-Anahita Teresa Paul , I Visual Arts
When Caitlyn Jenner transitioned, I was 14 and as educated on the transgender subject as a coconut; leave it to the Kardashians to make their business your business. In a few days I went from a know-nothing to a know it all and yet, I still didn’t really understand the issue at hand.
A year later two important LGBT movies got some Oscar buzz:‘Carol’ and ‘The Danish Girl’. All it took was a rave review from a friend of my mother, who up until that moment was dead set against watching said movies, to park herself and me in front of ‘The Danish Girl’. I won’t lie, parts of it made me feel awkward, especially with my 41-year-old mother next to me. However, at the end of it we were suddenly more empathetic to the struggle of the transgender community; perhaps, one could say, more human.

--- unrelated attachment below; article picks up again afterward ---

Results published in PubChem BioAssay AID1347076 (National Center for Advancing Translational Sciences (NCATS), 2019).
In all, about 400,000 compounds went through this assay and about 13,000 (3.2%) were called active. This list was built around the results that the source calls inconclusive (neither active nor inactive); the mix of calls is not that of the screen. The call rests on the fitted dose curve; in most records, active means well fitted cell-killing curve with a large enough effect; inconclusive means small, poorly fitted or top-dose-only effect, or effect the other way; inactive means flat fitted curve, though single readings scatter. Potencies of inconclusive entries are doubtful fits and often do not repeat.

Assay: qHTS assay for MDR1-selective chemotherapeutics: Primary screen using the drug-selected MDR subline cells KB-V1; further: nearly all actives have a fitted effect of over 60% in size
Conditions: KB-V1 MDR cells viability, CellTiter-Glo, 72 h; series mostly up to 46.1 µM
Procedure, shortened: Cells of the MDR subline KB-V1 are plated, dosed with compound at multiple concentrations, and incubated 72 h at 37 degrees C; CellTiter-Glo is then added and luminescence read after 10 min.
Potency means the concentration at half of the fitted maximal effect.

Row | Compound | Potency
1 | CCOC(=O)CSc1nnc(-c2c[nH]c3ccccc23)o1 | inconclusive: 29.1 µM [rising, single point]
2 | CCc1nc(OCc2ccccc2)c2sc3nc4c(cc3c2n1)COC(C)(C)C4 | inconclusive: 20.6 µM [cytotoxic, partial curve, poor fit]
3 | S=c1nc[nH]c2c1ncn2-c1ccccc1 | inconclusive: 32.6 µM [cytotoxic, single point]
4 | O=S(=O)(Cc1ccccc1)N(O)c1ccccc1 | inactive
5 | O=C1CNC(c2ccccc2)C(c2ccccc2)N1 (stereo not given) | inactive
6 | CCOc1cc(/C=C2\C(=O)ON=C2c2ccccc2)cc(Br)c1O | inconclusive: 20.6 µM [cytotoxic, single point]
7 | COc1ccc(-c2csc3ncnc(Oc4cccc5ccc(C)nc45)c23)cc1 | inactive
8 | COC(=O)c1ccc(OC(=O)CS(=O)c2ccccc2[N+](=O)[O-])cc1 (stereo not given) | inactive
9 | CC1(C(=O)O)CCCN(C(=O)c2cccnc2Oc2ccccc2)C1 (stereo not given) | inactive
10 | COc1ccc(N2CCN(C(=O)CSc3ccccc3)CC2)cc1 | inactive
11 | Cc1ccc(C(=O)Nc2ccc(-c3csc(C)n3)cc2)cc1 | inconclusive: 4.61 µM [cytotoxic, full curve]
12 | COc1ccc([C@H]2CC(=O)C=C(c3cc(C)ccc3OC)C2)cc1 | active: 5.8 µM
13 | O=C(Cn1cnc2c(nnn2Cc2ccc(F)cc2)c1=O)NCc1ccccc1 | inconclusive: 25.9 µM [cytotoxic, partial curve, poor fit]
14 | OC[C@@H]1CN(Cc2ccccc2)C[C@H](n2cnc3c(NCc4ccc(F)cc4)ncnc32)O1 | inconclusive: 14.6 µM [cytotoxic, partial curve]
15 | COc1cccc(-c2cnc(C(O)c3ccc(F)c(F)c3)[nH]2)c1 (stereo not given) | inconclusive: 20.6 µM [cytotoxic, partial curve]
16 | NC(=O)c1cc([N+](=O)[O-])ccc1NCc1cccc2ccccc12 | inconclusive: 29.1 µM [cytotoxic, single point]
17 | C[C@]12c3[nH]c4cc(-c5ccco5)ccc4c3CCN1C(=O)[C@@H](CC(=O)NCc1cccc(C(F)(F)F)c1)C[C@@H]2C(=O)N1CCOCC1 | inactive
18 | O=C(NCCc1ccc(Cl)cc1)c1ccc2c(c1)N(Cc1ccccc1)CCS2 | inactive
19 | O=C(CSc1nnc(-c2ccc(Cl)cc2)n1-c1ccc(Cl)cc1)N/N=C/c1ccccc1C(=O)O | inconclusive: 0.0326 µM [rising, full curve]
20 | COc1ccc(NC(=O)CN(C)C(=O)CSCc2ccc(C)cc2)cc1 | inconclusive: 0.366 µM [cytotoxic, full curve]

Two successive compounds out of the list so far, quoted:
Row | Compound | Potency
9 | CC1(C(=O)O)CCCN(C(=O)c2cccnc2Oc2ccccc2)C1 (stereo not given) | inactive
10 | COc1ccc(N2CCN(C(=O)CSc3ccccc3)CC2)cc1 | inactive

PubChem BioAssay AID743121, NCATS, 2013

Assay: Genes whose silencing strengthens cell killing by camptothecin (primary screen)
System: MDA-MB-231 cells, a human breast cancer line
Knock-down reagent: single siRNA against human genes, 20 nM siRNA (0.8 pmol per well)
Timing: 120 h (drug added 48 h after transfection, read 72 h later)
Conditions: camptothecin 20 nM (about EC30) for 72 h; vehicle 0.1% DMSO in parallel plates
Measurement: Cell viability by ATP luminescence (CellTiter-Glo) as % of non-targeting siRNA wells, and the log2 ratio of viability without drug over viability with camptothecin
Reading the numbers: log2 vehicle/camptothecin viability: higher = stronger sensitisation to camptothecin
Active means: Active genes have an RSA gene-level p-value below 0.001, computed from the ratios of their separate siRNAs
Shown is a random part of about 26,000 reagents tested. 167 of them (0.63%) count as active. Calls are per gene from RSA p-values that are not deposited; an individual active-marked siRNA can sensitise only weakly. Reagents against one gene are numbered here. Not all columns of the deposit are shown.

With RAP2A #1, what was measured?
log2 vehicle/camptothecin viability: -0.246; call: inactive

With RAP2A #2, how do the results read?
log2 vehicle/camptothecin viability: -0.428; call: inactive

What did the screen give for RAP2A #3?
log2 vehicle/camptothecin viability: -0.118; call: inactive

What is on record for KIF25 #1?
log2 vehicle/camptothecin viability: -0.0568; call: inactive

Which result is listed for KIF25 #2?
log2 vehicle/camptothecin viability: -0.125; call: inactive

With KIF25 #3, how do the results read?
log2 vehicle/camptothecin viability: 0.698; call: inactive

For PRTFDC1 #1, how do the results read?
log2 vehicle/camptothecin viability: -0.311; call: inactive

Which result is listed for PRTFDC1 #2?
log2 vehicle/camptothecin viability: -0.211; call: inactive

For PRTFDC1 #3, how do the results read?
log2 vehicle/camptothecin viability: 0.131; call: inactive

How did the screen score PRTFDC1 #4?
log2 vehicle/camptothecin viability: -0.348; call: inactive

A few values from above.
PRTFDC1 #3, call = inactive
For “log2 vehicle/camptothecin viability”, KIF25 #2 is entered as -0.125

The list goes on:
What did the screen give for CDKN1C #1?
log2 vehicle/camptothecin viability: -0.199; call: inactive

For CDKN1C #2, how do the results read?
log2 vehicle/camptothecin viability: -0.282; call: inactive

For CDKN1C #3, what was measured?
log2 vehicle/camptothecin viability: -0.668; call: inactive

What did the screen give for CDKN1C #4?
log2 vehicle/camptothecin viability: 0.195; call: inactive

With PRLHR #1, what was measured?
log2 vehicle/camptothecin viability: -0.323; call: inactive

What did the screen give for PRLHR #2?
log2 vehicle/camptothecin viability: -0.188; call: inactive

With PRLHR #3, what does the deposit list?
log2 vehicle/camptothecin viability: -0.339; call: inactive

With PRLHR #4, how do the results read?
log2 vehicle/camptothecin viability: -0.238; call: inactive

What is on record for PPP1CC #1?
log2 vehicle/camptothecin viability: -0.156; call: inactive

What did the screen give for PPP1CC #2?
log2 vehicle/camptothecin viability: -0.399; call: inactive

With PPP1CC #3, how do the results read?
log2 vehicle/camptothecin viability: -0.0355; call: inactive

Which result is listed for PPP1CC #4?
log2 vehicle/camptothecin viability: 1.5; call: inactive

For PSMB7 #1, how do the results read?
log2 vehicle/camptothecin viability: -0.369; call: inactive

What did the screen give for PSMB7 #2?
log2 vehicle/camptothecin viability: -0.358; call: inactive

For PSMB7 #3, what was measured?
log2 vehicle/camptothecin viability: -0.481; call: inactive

The transgender rights movement was no longer a reality show drama to me, it was an issue that needed more support and ‘The Danish Girl’ made that difference for me and countless others. Somehow, Eddie Redmayne crying in a dress made more of an impact than a black and white article written by an uninterested journalist on commission.
It’s amazing how it’s been only two decades since movies were made to create dialogues for the benefit of the community but the impact they’ve made is HUGE. From ‘The Brokeback Mountain effect’ to‘Moonlight’, it’s clear that movie bigwigs and critics alike appreciate this effort by the industry thus enabling producers and creators to give us masterpieces like ‘Call Me By Your Name’, ‘Disobedience’ and ‘A Fantastic Woman’ which serve as educators and silent revolutionaries awakening us to a radical future.